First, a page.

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Letters to the Editor

June 01, 2010

Editor's note: The following letters to the editor appeared in the Monday, May 31, 2010, print edition of The Herald-Mail:

Post office fails for lack of consistency



To the editor:

Over the last three years, I have heavily used the U.S. postal system. Two of those years, I used a local post office on Conamar Drive. During those two years, I had very few problems and received very good service. The employees at this post office know exactly what they are doing and put the customer first.

This good service seems to be the exact opposite of what people think of when they consider service at the post office. The reason for this difference, in my opinion, is because the Conamar Drive post office is a needle in a haystack.

This brings me to the service I have received over the last year. About a year ago, I moved to Rochester, N.Y. In Rochester, I continued to heavily use USPS.

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Unfortunately, the service I received at the Conamar Drive location did not carry over. Postal employees would pick fights with customers, refuse to deliver mail, work very slowly, overcharge and generally do a very poor job.

This is what happens when the government has monopoly power in an industry. You will have an industry where the product and service vary greatly, depending on where you go. Consider McDonald's, where no matter where in the world you go, you get the same service and same product. This consistency is one of the main reasons why McDonald's is a leader in today's fast-food industry. People feel safe going to McDonald's because they know exactly what they are going to receive for their money.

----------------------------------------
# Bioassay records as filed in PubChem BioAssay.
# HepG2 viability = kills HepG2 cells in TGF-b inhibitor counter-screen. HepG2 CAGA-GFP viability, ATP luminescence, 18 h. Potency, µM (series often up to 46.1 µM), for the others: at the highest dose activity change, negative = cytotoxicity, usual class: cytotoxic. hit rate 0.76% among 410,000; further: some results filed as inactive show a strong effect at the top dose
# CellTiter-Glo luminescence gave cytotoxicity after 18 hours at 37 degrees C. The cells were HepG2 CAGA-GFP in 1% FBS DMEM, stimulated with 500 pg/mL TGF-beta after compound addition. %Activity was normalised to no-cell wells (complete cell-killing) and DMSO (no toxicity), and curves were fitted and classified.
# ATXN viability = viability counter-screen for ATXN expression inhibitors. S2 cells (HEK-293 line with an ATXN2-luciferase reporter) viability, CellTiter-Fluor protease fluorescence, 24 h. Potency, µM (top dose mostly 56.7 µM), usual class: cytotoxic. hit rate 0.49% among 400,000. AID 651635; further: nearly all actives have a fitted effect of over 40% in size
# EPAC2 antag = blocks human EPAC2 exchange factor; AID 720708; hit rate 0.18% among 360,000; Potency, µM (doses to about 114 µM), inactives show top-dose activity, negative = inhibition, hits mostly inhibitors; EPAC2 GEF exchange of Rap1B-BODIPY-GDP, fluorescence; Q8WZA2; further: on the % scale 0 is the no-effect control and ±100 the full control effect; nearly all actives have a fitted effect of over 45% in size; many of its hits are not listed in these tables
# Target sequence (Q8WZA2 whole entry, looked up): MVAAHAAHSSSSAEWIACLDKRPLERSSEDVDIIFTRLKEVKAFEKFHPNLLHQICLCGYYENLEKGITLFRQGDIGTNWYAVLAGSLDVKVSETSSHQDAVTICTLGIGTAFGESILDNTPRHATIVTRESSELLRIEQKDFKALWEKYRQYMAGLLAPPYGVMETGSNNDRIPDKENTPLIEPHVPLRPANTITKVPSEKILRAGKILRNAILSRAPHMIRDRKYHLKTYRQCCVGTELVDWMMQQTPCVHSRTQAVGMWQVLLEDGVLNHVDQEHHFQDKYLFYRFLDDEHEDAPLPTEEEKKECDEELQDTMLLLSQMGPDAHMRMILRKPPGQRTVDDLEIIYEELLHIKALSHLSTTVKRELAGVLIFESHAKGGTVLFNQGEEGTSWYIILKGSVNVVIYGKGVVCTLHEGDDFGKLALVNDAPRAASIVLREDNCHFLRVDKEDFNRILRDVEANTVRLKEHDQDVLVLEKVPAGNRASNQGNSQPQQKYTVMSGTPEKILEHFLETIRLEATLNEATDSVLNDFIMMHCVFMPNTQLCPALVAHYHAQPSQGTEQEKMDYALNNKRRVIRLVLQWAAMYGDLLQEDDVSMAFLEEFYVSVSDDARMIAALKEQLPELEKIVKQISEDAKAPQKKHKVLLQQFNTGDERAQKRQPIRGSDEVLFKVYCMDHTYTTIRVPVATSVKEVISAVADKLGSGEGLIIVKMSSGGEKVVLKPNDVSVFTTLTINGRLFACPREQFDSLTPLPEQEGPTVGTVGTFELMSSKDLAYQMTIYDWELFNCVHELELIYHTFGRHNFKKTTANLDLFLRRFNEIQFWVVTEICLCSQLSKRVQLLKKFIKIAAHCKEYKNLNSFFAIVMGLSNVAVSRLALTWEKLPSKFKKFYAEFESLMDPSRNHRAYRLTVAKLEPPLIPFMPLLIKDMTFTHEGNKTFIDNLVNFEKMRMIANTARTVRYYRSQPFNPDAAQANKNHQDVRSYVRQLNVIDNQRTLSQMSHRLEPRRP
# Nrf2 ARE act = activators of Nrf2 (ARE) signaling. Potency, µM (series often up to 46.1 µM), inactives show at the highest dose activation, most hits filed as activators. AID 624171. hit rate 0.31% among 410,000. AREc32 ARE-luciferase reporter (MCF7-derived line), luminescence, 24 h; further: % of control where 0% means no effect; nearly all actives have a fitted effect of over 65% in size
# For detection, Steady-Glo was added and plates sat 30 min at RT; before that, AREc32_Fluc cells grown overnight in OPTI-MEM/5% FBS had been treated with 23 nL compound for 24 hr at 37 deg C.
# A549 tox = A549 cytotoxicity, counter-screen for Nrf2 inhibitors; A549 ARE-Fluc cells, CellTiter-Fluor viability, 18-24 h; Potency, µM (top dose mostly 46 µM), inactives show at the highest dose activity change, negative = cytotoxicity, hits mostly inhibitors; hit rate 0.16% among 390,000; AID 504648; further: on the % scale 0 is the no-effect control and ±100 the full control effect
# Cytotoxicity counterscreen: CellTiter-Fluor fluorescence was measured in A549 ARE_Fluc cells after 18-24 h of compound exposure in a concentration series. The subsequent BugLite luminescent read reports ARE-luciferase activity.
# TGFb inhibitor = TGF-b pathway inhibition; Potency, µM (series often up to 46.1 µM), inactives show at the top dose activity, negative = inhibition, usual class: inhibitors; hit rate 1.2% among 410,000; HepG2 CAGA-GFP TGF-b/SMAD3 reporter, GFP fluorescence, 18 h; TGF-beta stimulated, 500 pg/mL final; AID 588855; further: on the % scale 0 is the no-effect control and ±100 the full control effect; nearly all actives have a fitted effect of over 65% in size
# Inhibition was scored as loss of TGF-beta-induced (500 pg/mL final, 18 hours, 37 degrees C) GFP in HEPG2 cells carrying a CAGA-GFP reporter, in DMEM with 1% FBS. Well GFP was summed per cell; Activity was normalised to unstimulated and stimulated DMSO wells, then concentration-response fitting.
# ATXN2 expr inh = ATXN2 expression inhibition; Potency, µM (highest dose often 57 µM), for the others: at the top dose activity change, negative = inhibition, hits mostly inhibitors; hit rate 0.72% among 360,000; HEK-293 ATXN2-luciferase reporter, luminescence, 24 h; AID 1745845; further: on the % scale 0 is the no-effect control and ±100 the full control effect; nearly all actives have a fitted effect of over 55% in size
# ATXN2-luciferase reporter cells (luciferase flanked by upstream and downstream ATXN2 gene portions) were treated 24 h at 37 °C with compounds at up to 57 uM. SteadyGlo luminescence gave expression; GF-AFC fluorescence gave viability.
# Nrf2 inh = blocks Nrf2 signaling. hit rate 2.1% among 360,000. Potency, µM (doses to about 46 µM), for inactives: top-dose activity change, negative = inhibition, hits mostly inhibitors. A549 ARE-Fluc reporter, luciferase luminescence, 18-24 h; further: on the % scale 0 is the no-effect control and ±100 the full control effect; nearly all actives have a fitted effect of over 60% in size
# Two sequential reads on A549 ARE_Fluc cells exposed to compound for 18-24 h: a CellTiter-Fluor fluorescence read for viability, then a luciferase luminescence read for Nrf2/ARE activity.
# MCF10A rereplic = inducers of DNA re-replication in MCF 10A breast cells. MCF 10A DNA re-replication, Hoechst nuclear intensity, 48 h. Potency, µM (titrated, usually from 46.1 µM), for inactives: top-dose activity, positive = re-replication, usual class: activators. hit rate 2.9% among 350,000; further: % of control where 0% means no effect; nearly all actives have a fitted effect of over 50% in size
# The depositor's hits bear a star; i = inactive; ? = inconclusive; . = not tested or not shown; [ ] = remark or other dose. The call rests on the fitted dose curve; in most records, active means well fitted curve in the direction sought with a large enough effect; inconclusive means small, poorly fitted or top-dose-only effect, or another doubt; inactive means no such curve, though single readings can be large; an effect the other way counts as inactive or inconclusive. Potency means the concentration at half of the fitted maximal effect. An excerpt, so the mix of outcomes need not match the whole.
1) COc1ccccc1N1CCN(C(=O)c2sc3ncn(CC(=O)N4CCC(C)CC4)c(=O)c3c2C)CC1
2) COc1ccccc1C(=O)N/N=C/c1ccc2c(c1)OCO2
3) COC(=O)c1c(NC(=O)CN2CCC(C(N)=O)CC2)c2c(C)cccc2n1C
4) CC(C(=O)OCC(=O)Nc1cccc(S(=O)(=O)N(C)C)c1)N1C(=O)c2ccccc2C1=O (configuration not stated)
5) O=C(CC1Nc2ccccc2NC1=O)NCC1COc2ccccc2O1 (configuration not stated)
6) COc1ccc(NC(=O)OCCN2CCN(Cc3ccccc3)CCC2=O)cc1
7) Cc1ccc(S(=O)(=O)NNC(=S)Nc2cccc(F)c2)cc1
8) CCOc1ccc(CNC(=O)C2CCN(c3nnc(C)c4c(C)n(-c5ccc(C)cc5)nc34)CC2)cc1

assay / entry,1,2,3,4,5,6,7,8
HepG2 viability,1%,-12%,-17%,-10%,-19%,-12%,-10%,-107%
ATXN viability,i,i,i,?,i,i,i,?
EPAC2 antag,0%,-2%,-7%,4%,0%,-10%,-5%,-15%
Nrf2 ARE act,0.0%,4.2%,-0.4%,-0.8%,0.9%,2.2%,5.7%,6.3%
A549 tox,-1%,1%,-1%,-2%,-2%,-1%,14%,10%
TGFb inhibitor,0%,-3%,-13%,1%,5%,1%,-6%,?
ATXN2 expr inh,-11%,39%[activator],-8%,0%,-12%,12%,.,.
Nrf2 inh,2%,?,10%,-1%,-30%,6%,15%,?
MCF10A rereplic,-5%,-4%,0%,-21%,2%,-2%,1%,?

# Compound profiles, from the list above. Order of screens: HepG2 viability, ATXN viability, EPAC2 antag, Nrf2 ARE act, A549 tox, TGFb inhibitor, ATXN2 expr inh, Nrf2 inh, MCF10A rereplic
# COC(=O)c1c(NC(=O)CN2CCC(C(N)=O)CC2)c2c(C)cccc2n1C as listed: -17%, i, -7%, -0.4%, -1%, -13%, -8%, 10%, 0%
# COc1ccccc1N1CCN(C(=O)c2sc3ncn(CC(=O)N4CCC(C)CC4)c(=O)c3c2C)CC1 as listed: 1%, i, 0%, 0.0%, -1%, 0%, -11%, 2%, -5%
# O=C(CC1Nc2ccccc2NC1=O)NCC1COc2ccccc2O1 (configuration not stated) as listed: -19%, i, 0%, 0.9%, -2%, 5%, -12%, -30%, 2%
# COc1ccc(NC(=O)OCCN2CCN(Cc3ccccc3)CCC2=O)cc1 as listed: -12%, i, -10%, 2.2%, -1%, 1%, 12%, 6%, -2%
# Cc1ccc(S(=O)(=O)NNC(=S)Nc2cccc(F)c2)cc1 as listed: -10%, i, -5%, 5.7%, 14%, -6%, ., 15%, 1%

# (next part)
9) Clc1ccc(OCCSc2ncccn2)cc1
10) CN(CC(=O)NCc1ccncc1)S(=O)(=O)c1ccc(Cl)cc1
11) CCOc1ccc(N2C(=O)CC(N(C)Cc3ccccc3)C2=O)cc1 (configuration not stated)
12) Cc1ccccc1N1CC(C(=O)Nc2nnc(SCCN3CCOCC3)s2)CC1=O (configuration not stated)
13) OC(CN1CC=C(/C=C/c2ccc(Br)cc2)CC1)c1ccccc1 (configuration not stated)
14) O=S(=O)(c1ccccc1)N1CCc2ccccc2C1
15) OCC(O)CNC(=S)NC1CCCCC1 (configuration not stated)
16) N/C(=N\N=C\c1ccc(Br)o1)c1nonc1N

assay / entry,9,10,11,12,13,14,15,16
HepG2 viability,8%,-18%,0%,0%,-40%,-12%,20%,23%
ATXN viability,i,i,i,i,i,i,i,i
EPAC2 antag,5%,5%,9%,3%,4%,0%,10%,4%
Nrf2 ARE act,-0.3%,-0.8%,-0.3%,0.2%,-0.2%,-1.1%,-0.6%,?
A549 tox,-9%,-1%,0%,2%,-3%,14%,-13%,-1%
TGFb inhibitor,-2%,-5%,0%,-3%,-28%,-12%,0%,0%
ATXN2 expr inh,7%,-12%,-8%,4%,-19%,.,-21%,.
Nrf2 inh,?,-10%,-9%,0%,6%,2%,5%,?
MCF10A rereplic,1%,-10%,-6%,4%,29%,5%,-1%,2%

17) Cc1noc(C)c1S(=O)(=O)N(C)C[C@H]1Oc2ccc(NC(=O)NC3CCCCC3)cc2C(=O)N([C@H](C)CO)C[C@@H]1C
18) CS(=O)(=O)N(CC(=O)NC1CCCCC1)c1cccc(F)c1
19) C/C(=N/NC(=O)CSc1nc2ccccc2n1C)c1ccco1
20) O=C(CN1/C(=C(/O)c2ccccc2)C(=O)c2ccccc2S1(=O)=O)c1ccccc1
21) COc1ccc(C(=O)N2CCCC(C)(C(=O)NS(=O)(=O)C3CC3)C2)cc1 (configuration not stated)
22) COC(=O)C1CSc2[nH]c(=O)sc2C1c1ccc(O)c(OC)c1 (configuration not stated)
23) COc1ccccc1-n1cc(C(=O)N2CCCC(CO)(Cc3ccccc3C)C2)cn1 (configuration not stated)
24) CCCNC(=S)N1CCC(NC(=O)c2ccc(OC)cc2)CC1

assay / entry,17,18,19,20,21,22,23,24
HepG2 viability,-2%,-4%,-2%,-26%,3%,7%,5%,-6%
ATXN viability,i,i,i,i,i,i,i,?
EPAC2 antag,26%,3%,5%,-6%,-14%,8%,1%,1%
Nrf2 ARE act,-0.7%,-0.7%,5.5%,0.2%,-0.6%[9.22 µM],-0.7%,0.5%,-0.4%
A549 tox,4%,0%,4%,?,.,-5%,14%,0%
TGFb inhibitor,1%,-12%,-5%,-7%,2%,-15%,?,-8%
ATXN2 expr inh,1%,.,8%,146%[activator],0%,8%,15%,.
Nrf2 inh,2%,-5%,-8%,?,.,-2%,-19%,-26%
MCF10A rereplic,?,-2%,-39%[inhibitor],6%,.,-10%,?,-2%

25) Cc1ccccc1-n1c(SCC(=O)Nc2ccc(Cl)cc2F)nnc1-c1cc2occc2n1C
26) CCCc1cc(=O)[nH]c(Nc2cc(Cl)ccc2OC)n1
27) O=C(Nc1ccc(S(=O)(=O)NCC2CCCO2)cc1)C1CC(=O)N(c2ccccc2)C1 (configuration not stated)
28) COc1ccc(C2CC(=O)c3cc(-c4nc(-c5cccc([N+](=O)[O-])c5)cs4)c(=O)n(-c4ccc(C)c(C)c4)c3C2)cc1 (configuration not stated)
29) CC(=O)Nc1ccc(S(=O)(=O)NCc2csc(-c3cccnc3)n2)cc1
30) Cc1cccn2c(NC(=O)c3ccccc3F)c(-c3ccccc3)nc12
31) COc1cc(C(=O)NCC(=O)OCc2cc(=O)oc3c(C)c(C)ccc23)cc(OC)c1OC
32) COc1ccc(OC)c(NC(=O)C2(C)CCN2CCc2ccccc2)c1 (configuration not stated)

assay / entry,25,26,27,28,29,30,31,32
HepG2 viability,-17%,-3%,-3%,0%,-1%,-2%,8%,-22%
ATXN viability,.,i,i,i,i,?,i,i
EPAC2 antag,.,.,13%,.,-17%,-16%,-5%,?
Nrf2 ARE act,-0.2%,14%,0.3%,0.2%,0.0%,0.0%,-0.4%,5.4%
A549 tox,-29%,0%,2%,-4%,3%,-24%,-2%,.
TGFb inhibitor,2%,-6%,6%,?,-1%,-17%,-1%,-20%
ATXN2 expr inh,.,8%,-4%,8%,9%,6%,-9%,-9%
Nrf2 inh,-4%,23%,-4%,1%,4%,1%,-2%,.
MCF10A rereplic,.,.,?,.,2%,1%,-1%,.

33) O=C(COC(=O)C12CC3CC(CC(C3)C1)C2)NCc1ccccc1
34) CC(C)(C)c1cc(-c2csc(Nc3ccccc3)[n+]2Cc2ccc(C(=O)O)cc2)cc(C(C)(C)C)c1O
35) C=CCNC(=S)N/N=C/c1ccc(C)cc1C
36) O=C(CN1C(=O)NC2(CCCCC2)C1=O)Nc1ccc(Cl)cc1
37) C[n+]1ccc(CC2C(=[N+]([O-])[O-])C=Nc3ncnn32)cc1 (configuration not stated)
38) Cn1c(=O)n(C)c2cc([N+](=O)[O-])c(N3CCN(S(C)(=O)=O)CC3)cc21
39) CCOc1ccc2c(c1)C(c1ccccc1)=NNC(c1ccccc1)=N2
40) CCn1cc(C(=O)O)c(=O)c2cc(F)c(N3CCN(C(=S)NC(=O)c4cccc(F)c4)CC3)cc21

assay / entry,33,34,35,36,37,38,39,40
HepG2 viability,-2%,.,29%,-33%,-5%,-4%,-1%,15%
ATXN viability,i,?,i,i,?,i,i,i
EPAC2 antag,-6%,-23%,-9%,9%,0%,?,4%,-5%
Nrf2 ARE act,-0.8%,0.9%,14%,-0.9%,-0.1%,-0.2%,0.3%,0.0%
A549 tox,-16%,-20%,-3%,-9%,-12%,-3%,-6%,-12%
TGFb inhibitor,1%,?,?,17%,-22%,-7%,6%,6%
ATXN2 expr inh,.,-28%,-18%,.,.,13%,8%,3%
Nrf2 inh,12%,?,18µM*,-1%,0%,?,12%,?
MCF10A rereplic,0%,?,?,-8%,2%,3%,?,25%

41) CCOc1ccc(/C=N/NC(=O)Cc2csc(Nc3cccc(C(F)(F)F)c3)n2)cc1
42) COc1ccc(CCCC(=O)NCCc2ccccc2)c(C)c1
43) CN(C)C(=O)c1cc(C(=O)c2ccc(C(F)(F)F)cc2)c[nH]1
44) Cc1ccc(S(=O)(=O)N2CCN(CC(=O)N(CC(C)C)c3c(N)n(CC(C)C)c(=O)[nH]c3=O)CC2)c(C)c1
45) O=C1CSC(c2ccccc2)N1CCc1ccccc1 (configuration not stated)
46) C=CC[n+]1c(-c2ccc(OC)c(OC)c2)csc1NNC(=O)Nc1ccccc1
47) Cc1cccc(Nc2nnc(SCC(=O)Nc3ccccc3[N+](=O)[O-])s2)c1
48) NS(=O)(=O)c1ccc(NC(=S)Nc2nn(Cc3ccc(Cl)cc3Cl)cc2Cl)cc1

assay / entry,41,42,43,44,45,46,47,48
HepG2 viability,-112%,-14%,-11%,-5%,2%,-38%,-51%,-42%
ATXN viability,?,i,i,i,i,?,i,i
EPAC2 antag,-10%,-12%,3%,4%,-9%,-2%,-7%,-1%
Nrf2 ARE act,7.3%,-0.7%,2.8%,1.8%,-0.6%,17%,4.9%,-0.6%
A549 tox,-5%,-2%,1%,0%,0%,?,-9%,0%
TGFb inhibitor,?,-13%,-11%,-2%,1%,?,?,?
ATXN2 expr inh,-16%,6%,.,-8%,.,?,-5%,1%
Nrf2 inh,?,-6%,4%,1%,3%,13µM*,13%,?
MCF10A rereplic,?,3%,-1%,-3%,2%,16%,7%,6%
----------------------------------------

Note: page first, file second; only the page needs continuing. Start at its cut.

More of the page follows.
The postal system is very different. I am now afraid to use a post office other than the Conamar Drive post office. I have no idea what kind of service I will receive at another location. Is it going to take 10 minutes or 30 minutes, and are they going to overcharge me? I wish I could use one of the commercial package delivery companies, but their prices are too high, because of the unfair playing ground with a government monopoly.

To be fair, why should the postal employees go out of their way to do a good job? Is there an incentive structure in place that would encourage this? As the manager of a Rochester post office told me after filing a complaint, "What are you going to do, take your business somewhere else?"

Andrew Joliet
Hagerstown




Job market could use some courtesy



To the editor:

After a job interview and inquiring whether I had been accepted or not, a courtesy call from a potential employer would be the professional response.

Even after I called to determine my status, no return call was received, which left me uncertain whether I should continue searching for another job or not.

I realize I am not the only person in this position, but this has happened to me three times in six months. I know the job market is tough, but the managers should put themselves in our shoes and know that a courtesy call is the right thing to do.

Wayne Wilhide
Hagerstown

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